Should that happen, the president's choices will be severely constrained if there is a Democratic Senate. But even if Republicans lose a few seats while still keeping control of the Senate — the most likely expected result of Tuesday's elections — it will be harder to confirm conservative nominees. It seems obvious — although this has been mostly lost in the current campaign — but the success of the president's nominations has been the result of Republicans having 55 votes in the Senate.

Just look at the Alito confirmation. After letting the dazzling Roberts through, Democrats signaled their intention to fight the next nominee. And indeed, some of them made an effort, but there wasn't much they could do against a good candidate — and 55 Republican votes. But what if Democrats, instead of having 45 votes, had 48 or 49? They might have been able to throw more roadblocks in Alito's path. If they had 50, things would have been much more difficult. And if they had 51, we would still be investigating the Concerned Alumni of Princeton.

In addition, the number of Republican votes could well determine whether Democrats return to the filibuster strategy to block Bush's judicial choices. The reason there was a "Gang of 14" deal on the president's appeals-court nominees was that Republicans credibly threatened to break through the Democrats' filibusters once and for all. But it was never precisely clear that the GOP had the votes to do it, even with 55 Republican senators. What would be completely clear, if Republicans have just 50 or 51 or 52 votes, is that they would not have the votes to stop a Democratic filibuster. Democrats would act accordingly.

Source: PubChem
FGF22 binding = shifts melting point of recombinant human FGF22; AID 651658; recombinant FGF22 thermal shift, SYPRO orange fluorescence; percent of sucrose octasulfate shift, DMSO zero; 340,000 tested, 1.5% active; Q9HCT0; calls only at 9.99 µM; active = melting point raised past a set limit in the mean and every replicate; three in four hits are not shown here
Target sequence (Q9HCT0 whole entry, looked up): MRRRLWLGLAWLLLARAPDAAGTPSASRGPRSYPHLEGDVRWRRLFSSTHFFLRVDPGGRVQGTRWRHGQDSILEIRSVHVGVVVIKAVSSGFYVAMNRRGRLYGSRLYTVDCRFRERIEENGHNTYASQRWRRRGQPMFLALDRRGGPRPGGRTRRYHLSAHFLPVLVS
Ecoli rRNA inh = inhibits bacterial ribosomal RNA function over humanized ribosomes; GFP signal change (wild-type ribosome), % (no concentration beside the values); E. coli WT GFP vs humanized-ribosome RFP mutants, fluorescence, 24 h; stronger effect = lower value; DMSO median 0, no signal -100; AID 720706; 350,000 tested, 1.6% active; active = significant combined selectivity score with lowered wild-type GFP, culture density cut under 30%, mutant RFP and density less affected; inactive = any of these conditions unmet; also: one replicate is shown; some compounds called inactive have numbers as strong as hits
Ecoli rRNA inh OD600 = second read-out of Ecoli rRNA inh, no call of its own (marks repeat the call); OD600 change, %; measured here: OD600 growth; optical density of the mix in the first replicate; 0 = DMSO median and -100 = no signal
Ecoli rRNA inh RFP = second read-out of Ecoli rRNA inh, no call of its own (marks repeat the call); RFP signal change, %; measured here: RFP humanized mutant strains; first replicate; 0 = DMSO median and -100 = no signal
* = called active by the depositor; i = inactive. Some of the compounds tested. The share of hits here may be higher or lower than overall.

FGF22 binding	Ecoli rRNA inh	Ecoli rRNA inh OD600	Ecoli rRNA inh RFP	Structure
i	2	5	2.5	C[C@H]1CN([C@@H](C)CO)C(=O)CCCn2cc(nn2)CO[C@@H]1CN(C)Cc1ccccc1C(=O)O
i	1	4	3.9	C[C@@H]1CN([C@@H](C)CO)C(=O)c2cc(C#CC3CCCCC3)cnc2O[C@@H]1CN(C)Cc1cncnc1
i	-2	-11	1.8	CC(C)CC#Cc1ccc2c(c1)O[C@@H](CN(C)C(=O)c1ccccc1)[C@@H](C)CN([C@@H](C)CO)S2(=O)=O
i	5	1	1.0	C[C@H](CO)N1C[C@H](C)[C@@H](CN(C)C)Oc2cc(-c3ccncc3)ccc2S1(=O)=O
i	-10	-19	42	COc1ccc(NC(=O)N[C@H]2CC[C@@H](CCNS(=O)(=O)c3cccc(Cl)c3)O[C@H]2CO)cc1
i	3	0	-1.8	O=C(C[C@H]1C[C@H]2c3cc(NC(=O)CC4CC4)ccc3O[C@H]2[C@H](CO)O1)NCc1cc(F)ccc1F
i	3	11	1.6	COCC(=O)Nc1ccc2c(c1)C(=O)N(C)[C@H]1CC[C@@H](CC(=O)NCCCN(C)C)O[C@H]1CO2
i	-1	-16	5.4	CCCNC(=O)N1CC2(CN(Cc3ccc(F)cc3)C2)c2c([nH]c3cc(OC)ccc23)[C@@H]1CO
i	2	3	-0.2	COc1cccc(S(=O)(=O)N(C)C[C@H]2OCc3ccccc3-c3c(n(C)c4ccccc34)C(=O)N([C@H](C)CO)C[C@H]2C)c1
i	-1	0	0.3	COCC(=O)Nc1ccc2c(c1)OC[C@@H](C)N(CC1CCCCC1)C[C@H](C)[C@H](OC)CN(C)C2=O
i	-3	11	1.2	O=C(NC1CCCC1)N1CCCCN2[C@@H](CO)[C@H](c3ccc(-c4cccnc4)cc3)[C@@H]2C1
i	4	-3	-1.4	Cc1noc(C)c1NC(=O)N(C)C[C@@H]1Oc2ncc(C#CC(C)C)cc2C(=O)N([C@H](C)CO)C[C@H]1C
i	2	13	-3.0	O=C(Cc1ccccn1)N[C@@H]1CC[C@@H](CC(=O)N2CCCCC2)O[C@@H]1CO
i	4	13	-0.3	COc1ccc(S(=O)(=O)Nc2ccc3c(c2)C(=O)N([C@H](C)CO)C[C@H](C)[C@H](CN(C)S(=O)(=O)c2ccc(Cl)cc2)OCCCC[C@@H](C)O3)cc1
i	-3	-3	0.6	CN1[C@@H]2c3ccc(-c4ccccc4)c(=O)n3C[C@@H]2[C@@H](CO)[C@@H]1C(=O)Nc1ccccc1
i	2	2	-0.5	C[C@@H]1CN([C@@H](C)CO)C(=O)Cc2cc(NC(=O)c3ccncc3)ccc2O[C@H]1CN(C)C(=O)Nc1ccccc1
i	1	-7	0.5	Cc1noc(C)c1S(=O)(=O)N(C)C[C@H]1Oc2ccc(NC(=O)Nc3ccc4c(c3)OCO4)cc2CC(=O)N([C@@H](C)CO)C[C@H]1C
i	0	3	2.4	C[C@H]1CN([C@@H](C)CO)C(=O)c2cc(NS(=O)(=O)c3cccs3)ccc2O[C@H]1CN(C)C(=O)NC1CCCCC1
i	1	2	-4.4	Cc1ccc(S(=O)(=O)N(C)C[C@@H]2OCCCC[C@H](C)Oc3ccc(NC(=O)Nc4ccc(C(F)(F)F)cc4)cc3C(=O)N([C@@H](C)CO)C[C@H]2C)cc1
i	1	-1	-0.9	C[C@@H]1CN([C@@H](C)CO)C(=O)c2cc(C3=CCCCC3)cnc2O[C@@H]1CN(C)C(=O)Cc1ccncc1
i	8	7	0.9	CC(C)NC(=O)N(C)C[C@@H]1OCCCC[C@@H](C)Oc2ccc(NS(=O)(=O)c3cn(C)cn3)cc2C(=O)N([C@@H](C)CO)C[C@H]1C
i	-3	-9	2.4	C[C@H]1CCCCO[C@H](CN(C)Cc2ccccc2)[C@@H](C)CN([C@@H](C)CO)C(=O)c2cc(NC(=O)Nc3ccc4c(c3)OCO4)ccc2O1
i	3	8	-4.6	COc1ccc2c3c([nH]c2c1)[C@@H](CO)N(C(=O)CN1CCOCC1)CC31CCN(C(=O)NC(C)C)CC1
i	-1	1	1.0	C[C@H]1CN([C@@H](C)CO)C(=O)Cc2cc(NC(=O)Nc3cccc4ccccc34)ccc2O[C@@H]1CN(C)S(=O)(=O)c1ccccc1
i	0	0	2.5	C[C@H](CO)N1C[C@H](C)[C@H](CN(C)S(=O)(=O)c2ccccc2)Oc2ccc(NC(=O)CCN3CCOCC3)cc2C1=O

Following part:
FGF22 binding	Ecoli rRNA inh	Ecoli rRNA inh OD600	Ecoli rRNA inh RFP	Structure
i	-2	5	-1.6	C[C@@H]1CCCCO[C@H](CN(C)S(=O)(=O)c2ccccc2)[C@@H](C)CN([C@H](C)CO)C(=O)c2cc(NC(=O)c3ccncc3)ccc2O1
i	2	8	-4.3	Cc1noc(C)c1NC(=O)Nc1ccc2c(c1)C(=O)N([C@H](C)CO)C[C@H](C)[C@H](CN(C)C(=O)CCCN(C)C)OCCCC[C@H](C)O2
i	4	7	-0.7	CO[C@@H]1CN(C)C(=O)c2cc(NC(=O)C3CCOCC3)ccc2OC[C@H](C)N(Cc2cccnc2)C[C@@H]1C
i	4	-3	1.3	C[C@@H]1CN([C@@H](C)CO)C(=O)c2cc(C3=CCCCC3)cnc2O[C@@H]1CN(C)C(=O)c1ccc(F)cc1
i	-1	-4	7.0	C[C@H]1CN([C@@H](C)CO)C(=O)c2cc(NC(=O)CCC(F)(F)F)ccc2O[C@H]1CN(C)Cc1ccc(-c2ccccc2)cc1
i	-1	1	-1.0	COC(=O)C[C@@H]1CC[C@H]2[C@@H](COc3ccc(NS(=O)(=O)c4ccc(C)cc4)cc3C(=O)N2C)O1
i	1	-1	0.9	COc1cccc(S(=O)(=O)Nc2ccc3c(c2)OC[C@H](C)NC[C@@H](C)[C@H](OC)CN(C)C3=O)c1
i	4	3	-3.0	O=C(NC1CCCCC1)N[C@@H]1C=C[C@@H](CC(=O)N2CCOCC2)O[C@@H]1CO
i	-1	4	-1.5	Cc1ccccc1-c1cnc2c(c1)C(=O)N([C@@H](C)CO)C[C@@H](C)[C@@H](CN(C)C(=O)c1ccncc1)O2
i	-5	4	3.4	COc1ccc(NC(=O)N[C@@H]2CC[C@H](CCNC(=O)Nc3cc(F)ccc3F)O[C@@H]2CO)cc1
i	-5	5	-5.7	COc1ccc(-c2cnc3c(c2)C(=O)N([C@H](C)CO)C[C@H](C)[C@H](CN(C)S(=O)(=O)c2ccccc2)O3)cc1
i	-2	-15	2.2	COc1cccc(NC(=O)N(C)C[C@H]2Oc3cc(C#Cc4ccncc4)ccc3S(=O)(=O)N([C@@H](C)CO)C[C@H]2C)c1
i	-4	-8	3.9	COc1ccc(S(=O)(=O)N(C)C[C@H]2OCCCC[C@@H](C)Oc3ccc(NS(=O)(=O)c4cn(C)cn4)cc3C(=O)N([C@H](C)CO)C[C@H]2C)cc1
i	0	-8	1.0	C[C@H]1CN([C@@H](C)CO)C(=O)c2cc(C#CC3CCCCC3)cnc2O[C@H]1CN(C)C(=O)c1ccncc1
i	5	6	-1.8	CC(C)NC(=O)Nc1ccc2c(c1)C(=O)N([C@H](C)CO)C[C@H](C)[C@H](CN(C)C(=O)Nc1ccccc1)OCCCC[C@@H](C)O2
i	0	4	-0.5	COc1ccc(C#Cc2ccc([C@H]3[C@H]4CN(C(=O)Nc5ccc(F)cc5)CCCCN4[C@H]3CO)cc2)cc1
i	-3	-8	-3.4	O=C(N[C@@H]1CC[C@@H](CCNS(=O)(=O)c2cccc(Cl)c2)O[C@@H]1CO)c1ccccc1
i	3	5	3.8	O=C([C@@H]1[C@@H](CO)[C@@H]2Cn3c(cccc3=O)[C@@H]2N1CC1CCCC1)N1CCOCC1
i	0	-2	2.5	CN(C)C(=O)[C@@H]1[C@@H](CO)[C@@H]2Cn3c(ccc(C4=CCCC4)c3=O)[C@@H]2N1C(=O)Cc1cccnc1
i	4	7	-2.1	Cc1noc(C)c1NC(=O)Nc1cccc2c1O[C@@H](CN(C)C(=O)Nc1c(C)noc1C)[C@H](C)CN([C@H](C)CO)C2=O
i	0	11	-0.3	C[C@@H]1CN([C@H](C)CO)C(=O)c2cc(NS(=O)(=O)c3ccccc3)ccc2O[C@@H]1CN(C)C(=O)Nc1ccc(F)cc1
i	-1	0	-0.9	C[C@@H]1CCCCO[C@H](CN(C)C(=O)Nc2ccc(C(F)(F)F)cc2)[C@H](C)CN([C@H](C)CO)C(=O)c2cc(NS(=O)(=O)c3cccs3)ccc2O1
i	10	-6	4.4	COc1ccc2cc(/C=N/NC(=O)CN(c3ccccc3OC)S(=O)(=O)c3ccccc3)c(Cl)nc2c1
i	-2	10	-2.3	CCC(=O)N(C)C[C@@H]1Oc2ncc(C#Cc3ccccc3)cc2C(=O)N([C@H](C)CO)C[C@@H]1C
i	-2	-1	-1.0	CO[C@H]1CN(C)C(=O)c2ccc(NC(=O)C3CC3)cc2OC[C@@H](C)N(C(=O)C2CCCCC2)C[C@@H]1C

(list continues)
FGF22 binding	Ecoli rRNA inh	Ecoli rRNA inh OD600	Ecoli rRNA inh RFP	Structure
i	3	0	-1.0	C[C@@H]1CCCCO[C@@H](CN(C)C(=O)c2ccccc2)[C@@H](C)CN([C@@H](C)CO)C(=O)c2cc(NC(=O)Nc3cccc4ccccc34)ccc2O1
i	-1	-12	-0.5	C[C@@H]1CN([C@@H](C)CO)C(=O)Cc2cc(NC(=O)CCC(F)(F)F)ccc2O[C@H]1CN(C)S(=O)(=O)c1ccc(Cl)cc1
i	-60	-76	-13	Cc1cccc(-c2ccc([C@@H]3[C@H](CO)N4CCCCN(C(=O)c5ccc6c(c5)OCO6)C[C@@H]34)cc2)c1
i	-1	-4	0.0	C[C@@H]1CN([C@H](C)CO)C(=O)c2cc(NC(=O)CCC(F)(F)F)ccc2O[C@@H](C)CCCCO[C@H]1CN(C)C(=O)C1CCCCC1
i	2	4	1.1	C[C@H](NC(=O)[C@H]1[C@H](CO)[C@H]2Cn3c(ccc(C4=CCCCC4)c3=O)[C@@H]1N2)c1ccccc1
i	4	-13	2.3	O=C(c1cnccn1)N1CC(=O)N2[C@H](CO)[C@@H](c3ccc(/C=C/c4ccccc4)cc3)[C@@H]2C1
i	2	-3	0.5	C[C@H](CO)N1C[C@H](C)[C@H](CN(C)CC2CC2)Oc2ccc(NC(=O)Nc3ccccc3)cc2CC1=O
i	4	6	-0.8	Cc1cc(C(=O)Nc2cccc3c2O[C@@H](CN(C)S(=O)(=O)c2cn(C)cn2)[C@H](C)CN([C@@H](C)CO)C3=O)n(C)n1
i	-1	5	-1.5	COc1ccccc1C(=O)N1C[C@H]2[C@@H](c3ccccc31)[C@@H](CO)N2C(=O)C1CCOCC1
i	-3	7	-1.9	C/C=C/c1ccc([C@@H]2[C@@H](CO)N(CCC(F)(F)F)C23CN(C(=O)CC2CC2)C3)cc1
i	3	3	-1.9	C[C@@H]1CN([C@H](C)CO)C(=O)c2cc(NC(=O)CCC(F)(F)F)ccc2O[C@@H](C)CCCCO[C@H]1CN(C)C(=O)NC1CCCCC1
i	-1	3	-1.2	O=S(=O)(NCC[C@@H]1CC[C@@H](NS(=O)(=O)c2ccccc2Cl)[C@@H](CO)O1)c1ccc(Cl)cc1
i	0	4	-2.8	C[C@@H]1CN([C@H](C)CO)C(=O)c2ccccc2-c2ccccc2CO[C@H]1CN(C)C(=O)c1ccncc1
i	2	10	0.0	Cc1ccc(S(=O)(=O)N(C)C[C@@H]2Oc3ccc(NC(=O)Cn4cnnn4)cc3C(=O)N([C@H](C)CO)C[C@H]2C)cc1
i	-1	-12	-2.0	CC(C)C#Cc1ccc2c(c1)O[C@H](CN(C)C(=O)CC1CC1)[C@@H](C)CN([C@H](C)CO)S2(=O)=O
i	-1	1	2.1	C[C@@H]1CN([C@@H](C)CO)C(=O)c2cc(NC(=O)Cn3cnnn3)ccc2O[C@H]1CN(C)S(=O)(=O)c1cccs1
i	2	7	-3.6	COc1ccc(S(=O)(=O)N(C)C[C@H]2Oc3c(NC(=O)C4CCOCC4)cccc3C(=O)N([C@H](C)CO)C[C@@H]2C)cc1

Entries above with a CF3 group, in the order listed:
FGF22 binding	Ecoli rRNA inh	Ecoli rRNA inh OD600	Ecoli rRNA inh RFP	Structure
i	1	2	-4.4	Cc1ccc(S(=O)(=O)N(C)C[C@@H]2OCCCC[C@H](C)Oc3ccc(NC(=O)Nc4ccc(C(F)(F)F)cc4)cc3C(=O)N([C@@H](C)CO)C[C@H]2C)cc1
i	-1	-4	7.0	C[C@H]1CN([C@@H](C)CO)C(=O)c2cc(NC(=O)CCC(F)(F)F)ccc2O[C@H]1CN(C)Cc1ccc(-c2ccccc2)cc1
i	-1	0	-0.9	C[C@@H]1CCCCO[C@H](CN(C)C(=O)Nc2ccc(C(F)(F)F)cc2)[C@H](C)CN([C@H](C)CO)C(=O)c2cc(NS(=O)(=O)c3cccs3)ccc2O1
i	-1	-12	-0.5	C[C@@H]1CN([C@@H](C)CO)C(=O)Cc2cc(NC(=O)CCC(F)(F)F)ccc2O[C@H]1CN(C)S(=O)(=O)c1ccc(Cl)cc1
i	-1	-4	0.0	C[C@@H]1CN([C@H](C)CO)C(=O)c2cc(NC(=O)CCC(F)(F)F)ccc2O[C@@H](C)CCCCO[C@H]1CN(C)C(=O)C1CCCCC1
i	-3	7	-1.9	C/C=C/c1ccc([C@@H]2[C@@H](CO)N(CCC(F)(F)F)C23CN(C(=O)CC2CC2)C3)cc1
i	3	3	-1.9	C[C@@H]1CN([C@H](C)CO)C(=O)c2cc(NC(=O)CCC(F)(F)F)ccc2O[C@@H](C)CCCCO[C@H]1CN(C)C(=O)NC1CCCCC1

Indeed, Sen. Joseph Biden, a senior Democrat on the Senate Judiciary Committee, was asked on CBS Sunday how Democratic victories would affect peoples' lives — even if those victories were to mean just more seats in the Senate without outright Democratic control. "Well, I think one of the things they'll see different if the Senate gap is closed, you'll not see many more right-wing nominees for the Supreme Court," Biden said. "I think that will, I think the president will have to go a more moderate route on choices for the Supreme Court, if there are any."

In the last week, President Bush has made judges an issue, especially during campaign stops in Montana and Missouri. "I want you to hear this loud and clear," the president said at a Conrad Burns rally in Billings, Montana. "If the Democrats controlled the Senate, John Roberts would not be the Chief Justice today. He'd still be waiting for the Democrats to give him a hearing for his seat on the Court of Appeals. If the people of Montana want good judges, judges who will not legislate from the bench, judges like John Roberts and Sam Alito, you vote for Conrad Burns for the United States Senate."

It was, as the activist said, a big applause line. And Bush's words were welcome news to the people who have been trying to keep the judges issue front and center. But they worry that it is too little, too late. If Republicans lose the Senate, or lose even a few seats in the Senate, the president will be significantly weakened on the issue most important to his party's base. And GOP strategists will be asking the question: Why didn't we make a big deal of this when we had the chance?

Byron York, NR's White House correspondent, is the author of "The Vast Left Wing Conspiracy: The Untold Story of How Democratic Operatives, Eccentric Billionaires, Liberal Activists, and Assorted Celebrities Tried to Bring Down a President — and Why They'll Try Even Harder Next Time."

By Byron York
Reprinted with permission from National Review Online